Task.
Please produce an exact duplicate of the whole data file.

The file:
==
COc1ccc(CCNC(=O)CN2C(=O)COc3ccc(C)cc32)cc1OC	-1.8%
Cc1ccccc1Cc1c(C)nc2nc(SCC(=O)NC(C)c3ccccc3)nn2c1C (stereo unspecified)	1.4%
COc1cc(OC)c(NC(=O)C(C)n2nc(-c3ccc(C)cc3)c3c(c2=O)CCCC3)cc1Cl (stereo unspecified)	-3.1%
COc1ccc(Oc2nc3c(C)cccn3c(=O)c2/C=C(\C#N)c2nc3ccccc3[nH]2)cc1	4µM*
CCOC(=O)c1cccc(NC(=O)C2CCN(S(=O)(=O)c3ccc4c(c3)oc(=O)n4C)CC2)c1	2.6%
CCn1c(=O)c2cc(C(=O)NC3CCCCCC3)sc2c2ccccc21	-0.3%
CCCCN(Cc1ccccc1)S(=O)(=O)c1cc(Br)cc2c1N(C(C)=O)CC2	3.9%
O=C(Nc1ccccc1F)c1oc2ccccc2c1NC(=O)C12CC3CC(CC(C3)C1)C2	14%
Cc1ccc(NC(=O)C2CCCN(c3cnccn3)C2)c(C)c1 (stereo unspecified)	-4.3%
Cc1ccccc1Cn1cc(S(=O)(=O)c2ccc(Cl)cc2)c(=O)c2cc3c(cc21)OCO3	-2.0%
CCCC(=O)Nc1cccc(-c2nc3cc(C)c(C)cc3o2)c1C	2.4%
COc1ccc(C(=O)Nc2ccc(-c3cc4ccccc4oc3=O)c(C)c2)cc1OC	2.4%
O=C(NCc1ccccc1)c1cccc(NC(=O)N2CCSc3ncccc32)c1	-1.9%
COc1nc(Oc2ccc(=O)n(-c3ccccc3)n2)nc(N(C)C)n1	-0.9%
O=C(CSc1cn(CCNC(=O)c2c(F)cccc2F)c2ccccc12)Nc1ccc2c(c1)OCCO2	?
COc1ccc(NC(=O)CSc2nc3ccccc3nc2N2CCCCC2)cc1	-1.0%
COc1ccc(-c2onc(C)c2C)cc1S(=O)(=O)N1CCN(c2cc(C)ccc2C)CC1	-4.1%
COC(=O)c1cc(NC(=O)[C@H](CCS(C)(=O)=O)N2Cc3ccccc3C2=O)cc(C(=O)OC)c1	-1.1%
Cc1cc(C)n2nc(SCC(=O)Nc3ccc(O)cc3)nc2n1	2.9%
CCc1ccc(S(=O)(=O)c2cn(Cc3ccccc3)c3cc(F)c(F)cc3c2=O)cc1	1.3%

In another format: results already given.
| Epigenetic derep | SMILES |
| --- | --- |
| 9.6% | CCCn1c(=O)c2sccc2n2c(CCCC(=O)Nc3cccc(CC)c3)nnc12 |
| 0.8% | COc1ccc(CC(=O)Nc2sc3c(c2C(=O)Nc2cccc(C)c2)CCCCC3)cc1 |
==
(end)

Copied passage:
COc1ccc(CCNC(=O)CN2C(=O)COc3ccc(C)cc32)cc1OC	-1.8%
Cc1ccccc1Cc1c(C)nc2nc(SCC(=O)NC(C)c3ccccc3)nn2c1C (stereo unspecified)	1.4%
COc1cc(OC)c(NC(=O)C(C)n2nc(-c3ccc(C)cc3)c3c(c2=O)CCCC3)cc1Cl (stereo unspecified)	-3.1%
COc1ccc(Oc2nc3c(C)cccn3c(=O)c2/C=C(\C#N)c2nc3ccccc3[nH]2)cc1	4µM*
CCOC(=O)c1cccc(NC(=O)C2CCN(S(=O)(=O)c3ccc4c(c3)oc(=O)n4C)CC2)c1	2.6%
CCn1c(=O)c2cc(C(=O)NC3CCCCCC3)sc2c2ccccc21	-0.3%
CCCCN(Cc1ccccc1)S(=O)(=O)c1cc(Br)cc2c1N(C(C)=O)CC2	3.9%
O=C(Nc1ccccc1F)c1oc2ccccc2c1NC(=O)C12CC3CC(CC(C3)C1)C2	14%
Cc1ccc(NC(=O)C2CCCN(c3cnccn3)C2)c(C)c1 (stereo unspecified)	-4.3%
Cc1ccccc1Cn1cc(S(=O)(=O)c2ccc(Cl)cc2)c(=O)c2cc3c(cc21)OCO3	-2.0%
CCCC(=O)Nc1cccc(-c2nc3cc(C)c(C)cc3o2)c1C	2.4%
COc1ccc(C(=O)Nc2ccc(-c3cc4ccccc4oc3=O)c(C)c2)cc1OC	2.4%
O=C(NCc1ccccc1)c1cccc(NC(=O)N2CCSc3ncccc32)c1	-1.9%
COc1nc(Oc2ccc(=O)n(-c3ccccc3)n2)nc(N(C)C)n1	-0.9%
O=C(CSc1cn(CCNC(=O)c2c(F)cccc2F)c2ccccc12)Nc1ccc2c(c1)OCCO2	?
COc1ccc(NC(=O)CSc2nc3ccccc3nc2N2CCCCC2)cc1	-1.0%
COc1ccc(-c2onc(C)c2C)cc1S(=O)(=O)N1CCN(c2cc(C)ccc2C)CC1	-4.1%
COC(=O)c1cc(NC(=O)[C@H](CCS(C)(=O)=O)N2Cc3ccccc3C2=O)cc(C(=O)OC)c1	-1.1%
Cc1cc(C)n2nc(SCC(=O)Nc3ccc(O)cc3)nc2n1	2.9%
CCc1ccc(S(=O)(=O)c2cn(Cc3ccccc3)c3cc(F)c(F)cc3c2=O)cc1	1.3%

In another format: results already given.
| Epigenetic derep | SMILES |
| --- | --- |
| 9.6% | CCCn1c(=O)c2sccc2n2c(CCCC(=O)Nc3cccc(CC)c3)nnc12 |
| 0.8% | COc1ccc(CC(=O)Nc2sc3c(c2C(=O)Nc2cccc(C)c2)CCCCC3)cc1 |